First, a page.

“I realised I had to change something quite seismically in life because what I was doing had no real congruence or value anymore for me... I quit that job and went into a phase of not having a job or business card or identity. It was really tough. I consider that year utterly formative in my life… I started to tune into what motivated me and what I wanted to do. I realised I wanted to see more of the world… I was starting to follow my instincts.” My guest this episode is CEO and Founder of Orchid Project, Julia Lalla-Maharajh.  After spending 18 years in the corporate sector, Julia decided to leave her job in search of something else. She first volunteered in Ethiopia where she came to understand the devastating scale and impact of female genital cutting. In 2010, she won a YouTube competition to take an urgent human rights cause to Davos and lead a panel discussing how to end FGC. After which, she spent time in Senegal and The Gambia, visiting communities and seeing the incredible change at the grassroots level. In 2011, Julia founded Orchid Project, a UK-based NGO that is catalysing the global movement to end female genital cutting.  Julia has been recognised for her commitment to ending FGC in being named ‘Influencer of the Year’ by the Directory for Social Change in 2010, being honoured by the Queen as a ‘Woman Agent of Change’ on Commonwealth Day in 2011.  In 2017 Julia was awarded an OBE. Julia’s story is exactly the kind I set out to tell on this podcast. Hearing how Julia made the brave leap from a successful career in the corporate sector to founding a charity for a cause she truly believes in was, well, nothing short of inspirational. We talked all about: Realising that a corporate career was incongruent to her core self and value-systems  Making the leap into the unknown and what it felt like What FGC is and how Orchid Project, the charity she founded, is helping put an end to the practice  And how the inner-journey is just as important as the outer journey  It affects over 200 million women and girls around the world. It is a global issue. It’s estimated that around 68 million girls could be cut over the next decade. This is such an important issue. To find out more, you can visit orchidproject.org. And of course, listen to our conversation.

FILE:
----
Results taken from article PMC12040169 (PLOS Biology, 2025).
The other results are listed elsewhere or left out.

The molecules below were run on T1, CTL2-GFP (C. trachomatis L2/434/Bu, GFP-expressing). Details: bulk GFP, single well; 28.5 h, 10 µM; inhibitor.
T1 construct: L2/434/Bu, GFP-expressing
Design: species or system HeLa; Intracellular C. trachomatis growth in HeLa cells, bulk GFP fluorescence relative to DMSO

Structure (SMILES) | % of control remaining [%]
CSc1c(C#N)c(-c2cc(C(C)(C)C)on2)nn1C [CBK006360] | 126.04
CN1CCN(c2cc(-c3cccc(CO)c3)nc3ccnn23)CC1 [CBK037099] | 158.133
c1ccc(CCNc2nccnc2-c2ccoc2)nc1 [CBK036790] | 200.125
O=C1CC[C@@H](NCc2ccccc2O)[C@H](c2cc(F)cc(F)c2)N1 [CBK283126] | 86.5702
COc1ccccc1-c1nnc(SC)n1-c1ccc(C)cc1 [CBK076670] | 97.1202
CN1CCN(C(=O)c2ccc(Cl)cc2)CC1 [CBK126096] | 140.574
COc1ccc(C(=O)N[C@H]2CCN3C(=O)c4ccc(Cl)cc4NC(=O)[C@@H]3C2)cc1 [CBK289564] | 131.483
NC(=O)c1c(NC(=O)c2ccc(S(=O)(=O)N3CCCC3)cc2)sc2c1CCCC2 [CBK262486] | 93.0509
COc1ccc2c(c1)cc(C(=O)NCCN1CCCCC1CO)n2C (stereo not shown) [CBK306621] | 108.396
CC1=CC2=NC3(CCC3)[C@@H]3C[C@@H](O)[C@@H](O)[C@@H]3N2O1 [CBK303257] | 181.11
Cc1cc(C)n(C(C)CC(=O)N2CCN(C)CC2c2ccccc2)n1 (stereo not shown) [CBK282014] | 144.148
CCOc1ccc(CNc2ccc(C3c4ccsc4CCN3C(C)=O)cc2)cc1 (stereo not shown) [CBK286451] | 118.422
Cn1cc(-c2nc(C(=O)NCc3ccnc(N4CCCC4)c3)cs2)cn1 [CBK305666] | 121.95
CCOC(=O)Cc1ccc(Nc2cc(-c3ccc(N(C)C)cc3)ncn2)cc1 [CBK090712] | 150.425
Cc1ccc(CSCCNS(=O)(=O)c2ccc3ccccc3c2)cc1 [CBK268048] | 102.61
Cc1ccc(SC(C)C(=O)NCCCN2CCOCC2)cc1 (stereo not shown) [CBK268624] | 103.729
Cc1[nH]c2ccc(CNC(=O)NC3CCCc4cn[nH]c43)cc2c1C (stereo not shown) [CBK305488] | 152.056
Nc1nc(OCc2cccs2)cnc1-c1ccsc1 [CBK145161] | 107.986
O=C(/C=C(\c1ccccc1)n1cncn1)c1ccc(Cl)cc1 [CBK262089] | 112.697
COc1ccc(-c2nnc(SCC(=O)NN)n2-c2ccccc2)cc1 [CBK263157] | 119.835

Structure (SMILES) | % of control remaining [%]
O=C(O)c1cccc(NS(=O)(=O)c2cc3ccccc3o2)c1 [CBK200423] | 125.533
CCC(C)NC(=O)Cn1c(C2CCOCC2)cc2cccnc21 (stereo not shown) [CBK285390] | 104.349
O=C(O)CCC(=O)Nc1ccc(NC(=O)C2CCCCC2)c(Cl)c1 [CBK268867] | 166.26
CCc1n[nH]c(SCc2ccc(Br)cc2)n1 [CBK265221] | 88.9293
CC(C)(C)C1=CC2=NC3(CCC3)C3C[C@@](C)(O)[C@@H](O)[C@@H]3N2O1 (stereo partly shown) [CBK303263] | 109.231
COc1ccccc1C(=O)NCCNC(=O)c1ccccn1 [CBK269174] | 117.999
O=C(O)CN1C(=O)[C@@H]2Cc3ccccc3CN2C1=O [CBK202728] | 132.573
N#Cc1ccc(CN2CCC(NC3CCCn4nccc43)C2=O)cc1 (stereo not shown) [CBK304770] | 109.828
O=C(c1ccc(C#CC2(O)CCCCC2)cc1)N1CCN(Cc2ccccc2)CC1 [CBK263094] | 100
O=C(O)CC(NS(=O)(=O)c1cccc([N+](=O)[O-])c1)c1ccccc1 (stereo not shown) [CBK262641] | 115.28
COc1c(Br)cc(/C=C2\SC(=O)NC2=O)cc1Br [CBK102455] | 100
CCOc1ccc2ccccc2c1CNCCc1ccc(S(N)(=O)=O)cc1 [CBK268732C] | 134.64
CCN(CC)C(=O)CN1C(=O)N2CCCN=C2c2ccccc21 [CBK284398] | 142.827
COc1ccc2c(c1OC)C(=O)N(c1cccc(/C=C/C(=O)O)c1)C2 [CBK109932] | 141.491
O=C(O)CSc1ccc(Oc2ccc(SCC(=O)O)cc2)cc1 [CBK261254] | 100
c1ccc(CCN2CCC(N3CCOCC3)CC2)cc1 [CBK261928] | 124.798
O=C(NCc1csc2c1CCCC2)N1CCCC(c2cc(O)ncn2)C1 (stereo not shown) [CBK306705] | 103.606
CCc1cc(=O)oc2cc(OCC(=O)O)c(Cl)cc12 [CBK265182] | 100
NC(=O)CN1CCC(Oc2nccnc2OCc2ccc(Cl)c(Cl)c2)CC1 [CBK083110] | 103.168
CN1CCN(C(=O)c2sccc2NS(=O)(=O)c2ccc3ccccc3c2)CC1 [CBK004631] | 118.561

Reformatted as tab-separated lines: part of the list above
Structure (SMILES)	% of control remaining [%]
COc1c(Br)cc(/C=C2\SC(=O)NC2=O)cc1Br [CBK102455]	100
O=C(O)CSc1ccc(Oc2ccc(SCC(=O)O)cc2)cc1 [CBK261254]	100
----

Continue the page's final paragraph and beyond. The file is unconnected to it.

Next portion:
Sep 2, 2019
46 min
The War On Drugs' Charlie Hall: Taking Your Passion Full Time & The Magic of Mentoring
“To have the opportunity to play music for people and spread some joy… I’ve been going to shows my whole life and felt feelings of euphoria and all those emotions that music can convey. To be a little part of that on the other side of things is an absolute privilege.”  My guest this episode is Charlie Hall, who is the drummer for the Grammy-Award winning band, The War on Drugs. Growing up, music was always what Charlie loved most. He received his first drum kit aged four from his Grandma. Various instruments lay around his house and he taught himself how to play these without lessons.  At university in Virginia, Charlie brought together two interests, studying both Music and Psychology. After college, he moved to San Francisco with his now-wife, taking up various jobs in the service industry, before becoming a teacher at a high school similar to the one he attended. In the evenings, he continued pursuing his passion for music, playing in an array of bands. In 2003, he moved to Philadelphia to be closer to his family and took up a role at Big Brothers Big Sisters of America. He quickly became a part of the music scene in Philly where he met AdamGranduciel, who was putting together the band that would evolve into The War on Drugs.  After playing on and off with The War on Drugs, he became the band’s resident drummer in 2013 and has since toured the world, released two critically acclaimed albums, the second of which, A Deeper Understanding, won a Grammy in 2018 for Best Rock Album. Today, he considers his role in life to be rooted in his family, as a mentor and as a musician.  I’ve loved the War on Drugs since I first heard Lost in the Dream. There is something so epic about their music. The soundscapes. It’s music designed for a stadium. I’ve never interviewed a musician on the podcast before, despite being an avid music fan. So this was an all-round dream in many ways. I travelled to Charlie’s lovely neighbourhood in Philadelphia and we talked about: growing up and how music first came into his life, the importance of mentors and teachers in his life, balancing full-time work alongside his passion for music, making the decision to make music full-time with The War on Drugs and the advice he wants his children to carry with him always.  Follow me: Twitter: @katiephilo (https://twitter.com/katiephilo) Instagram: @katiephilo (https://www.instagram.com/katiephilo/) www.katiephilo.com (https://katiephilo.com/) The War on Drugs: https://www.thewarondrugs.net/ Listen to The War on Drugs on Spotify (https://open.spotify.com/artist/6g0mn3tzAds6aVeUYRsryU?si=UNxDZB2qSnekQzjFJcDVIw) (https://katiephilo.com/)